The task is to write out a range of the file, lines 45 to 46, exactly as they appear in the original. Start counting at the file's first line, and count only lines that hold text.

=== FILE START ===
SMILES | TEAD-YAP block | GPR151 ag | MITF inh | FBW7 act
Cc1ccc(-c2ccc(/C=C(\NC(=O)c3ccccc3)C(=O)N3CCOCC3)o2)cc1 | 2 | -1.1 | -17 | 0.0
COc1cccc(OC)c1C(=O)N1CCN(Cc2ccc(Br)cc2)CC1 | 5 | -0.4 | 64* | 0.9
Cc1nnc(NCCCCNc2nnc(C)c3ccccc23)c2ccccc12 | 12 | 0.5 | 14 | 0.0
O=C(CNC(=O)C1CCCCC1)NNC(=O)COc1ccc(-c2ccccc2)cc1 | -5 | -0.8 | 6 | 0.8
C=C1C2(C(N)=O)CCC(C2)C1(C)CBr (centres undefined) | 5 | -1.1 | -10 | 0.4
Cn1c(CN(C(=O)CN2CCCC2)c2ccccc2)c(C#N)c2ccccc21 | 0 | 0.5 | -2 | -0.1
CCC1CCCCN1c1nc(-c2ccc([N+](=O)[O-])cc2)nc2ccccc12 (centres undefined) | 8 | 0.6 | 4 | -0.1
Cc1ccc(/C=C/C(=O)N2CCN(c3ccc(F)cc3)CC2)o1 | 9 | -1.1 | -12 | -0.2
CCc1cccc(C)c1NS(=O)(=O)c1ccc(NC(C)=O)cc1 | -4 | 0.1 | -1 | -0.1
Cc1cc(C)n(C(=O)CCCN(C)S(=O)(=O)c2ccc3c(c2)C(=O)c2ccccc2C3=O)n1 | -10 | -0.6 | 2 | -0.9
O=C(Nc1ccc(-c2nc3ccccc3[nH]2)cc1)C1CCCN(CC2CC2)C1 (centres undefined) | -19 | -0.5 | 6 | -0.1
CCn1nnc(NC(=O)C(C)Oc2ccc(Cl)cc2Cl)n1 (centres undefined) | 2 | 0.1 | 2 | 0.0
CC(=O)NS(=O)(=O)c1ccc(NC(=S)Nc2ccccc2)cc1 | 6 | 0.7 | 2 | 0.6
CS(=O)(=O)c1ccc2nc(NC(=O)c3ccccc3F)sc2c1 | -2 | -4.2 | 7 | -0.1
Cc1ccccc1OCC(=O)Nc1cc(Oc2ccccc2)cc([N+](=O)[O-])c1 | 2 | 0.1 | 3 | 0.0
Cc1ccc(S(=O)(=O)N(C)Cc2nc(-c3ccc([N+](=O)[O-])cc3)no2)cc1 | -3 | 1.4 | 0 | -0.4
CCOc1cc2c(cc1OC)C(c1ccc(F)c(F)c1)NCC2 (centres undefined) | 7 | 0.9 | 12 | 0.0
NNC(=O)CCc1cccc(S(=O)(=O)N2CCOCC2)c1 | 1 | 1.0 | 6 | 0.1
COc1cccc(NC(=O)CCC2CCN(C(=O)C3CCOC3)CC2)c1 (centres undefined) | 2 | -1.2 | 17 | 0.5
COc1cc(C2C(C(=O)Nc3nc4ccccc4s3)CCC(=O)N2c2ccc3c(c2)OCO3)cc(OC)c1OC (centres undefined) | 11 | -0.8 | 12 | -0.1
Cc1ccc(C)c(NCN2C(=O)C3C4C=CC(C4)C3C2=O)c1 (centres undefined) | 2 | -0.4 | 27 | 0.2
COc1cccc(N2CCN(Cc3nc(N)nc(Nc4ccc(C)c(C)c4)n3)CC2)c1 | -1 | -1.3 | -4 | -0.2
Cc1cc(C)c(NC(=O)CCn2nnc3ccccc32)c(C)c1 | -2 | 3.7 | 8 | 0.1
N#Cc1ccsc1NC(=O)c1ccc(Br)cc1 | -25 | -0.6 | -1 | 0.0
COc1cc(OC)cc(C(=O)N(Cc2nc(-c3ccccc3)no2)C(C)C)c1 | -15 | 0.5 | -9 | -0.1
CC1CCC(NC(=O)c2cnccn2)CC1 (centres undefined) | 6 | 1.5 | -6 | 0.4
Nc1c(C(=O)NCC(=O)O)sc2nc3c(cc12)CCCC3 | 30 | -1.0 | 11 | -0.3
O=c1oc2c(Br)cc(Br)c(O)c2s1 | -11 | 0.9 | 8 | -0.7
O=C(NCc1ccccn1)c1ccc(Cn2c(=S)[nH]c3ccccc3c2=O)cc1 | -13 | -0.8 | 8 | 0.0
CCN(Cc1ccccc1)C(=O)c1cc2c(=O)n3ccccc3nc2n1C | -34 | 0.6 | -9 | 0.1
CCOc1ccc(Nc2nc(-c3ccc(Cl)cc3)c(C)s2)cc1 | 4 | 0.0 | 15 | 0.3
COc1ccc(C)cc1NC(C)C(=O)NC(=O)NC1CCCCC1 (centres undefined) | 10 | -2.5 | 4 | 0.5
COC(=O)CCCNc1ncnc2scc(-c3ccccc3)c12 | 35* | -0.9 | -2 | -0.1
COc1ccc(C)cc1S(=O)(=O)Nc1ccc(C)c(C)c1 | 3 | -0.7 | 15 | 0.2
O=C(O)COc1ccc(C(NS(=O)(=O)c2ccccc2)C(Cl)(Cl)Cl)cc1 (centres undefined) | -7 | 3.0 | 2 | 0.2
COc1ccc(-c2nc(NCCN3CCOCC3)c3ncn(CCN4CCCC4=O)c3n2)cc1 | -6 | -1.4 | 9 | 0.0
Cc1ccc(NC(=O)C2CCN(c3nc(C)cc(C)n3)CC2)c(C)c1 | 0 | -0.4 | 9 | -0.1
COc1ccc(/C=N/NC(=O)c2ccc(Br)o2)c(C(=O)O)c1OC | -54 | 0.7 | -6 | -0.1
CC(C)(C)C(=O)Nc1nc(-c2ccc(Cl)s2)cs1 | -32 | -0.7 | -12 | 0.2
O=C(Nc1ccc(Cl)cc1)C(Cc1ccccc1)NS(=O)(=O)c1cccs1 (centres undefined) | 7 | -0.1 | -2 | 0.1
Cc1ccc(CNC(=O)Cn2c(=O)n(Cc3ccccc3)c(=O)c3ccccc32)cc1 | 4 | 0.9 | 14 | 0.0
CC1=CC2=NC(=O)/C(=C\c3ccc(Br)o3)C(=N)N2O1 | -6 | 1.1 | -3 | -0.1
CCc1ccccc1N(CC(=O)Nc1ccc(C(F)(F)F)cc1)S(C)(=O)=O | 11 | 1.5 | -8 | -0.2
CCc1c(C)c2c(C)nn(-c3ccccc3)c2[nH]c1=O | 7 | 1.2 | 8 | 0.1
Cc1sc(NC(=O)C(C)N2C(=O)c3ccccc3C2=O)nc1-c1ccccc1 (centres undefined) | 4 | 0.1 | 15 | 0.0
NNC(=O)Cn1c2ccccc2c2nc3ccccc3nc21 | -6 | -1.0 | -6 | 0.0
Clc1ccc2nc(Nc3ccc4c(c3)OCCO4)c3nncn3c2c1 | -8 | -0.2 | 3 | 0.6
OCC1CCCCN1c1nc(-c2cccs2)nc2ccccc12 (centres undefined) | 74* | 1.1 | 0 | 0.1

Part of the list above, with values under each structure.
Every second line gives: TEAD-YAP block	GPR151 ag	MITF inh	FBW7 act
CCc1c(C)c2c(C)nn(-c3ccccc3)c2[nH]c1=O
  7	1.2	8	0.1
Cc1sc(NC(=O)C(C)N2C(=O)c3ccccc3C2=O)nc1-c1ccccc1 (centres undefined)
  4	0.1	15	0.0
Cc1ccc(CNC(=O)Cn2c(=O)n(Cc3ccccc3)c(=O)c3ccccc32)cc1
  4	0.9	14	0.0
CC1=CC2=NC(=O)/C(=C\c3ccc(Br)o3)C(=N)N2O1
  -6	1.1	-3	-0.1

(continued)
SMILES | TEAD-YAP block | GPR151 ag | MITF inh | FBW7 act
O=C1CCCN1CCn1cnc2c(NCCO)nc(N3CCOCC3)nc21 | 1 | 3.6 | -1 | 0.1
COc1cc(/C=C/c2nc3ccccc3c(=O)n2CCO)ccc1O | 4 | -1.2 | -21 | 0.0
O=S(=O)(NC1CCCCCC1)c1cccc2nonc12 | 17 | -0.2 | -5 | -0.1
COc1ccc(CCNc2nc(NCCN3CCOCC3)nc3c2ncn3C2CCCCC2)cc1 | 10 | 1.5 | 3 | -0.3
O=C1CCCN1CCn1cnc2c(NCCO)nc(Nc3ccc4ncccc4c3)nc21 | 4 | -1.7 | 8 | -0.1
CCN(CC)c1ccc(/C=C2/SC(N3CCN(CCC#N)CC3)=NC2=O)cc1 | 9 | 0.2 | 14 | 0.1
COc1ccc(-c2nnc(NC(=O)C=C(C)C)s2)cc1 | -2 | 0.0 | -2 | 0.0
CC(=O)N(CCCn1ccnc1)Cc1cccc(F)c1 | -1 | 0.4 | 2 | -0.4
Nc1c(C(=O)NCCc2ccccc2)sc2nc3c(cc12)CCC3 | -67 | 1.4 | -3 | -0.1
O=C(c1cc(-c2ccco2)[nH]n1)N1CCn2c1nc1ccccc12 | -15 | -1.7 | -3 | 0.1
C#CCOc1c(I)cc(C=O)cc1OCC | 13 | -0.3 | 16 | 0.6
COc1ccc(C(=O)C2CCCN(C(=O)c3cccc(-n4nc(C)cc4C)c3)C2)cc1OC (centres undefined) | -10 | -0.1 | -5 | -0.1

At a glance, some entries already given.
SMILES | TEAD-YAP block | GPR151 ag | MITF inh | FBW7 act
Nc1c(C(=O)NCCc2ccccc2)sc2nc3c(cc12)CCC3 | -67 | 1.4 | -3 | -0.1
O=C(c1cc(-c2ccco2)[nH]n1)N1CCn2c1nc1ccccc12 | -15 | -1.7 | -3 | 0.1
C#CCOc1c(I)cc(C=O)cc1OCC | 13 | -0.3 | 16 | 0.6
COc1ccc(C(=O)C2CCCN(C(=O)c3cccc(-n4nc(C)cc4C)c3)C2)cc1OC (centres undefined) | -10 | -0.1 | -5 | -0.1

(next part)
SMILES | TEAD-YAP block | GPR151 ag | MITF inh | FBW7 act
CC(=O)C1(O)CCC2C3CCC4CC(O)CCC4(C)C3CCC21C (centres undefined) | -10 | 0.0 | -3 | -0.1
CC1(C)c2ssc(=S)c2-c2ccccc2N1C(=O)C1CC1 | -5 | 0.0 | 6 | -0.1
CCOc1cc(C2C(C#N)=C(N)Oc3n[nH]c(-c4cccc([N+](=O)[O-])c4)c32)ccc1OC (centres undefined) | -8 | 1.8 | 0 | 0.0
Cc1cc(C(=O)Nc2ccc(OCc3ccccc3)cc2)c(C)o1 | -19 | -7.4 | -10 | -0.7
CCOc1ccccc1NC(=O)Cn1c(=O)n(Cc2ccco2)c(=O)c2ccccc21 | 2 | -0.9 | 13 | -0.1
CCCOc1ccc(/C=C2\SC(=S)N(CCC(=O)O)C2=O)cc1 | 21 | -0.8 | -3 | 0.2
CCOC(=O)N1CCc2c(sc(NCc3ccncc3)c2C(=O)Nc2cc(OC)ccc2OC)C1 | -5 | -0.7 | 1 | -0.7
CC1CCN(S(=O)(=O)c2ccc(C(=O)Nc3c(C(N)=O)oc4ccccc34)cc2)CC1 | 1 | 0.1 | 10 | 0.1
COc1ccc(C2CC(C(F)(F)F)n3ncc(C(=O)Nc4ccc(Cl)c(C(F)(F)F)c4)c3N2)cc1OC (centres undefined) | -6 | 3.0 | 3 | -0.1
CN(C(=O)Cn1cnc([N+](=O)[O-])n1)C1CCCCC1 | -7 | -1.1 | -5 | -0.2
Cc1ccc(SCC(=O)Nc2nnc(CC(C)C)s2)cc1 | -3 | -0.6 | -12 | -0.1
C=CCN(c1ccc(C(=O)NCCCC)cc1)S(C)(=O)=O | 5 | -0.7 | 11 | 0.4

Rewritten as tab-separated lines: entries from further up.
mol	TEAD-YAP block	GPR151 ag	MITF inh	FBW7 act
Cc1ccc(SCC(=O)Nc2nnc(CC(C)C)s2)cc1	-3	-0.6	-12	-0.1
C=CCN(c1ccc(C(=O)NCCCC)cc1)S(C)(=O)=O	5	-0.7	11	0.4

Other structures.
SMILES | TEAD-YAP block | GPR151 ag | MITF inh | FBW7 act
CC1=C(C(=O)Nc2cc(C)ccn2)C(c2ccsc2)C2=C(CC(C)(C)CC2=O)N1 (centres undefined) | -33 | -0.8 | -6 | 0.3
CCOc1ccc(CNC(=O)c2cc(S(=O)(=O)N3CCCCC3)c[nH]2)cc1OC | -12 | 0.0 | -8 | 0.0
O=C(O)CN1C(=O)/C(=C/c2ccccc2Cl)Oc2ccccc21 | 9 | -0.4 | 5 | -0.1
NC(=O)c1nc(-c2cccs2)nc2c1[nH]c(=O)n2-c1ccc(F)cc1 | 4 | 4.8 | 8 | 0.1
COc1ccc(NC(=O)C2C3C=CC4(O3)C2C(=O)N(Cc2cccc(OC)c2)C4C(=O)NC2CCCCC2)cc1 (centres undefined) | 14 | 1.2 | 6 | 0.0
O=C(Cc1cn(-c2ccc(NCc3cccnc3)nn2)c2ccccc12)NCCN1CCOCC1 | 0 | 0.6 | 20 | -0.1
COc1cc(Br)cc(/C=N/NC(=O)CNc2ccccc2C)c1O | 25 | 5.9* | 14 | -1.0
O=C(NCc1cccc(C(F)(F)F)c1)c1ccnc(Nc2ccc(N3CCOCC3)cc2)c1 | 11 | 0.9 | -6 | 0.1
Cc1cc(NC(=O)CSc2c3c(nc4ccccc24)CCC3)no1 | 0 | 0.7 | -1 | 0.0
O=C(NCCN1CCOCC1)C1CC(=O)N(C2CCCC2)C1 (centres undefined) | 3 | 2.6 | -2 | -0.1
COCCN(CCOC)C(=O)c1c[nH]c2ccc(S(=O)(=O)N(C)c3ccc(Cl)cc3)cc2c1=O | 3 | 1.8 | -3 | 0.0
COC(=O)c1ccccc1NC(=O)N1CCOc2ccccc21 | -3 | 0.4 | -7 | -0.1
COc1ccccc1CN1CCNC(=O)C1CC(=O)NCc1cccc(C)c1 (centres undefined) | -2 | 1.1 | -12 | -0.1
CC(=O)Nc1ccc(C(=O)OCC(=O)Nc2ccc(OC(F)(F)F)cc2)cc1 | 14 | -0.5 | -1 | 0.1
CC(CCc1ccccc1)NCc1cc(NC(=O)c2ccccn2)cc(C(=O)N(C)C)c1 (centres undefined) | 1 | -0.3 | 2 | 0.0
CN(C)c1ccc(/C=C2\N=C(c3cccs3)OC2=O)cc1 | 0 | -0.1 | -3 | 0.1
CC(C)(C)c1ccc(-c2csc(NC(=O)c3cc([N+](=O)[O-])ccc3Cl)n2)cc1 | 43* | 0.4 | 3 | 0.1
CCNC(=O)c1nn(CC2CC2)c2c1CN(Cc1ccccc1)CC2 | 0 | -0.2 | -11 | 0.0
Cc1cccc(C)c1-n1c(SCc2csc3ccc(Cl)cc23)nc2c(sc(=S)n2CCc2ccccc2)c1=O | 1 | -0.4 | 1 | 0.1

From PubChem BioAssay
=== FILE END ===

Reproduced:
CCc1c(C)c2c(C)nn(-c3ccccc3)c2[nH]c1=O | 7 | 1.2 | 8 | 0.1
Cc1sc(NC(=O)C(C)N2C(=O)c3ccccc3C2=O)nc1-c1ccccc1 (centres undefined) | 4 | 0.1 | 15 | 0.0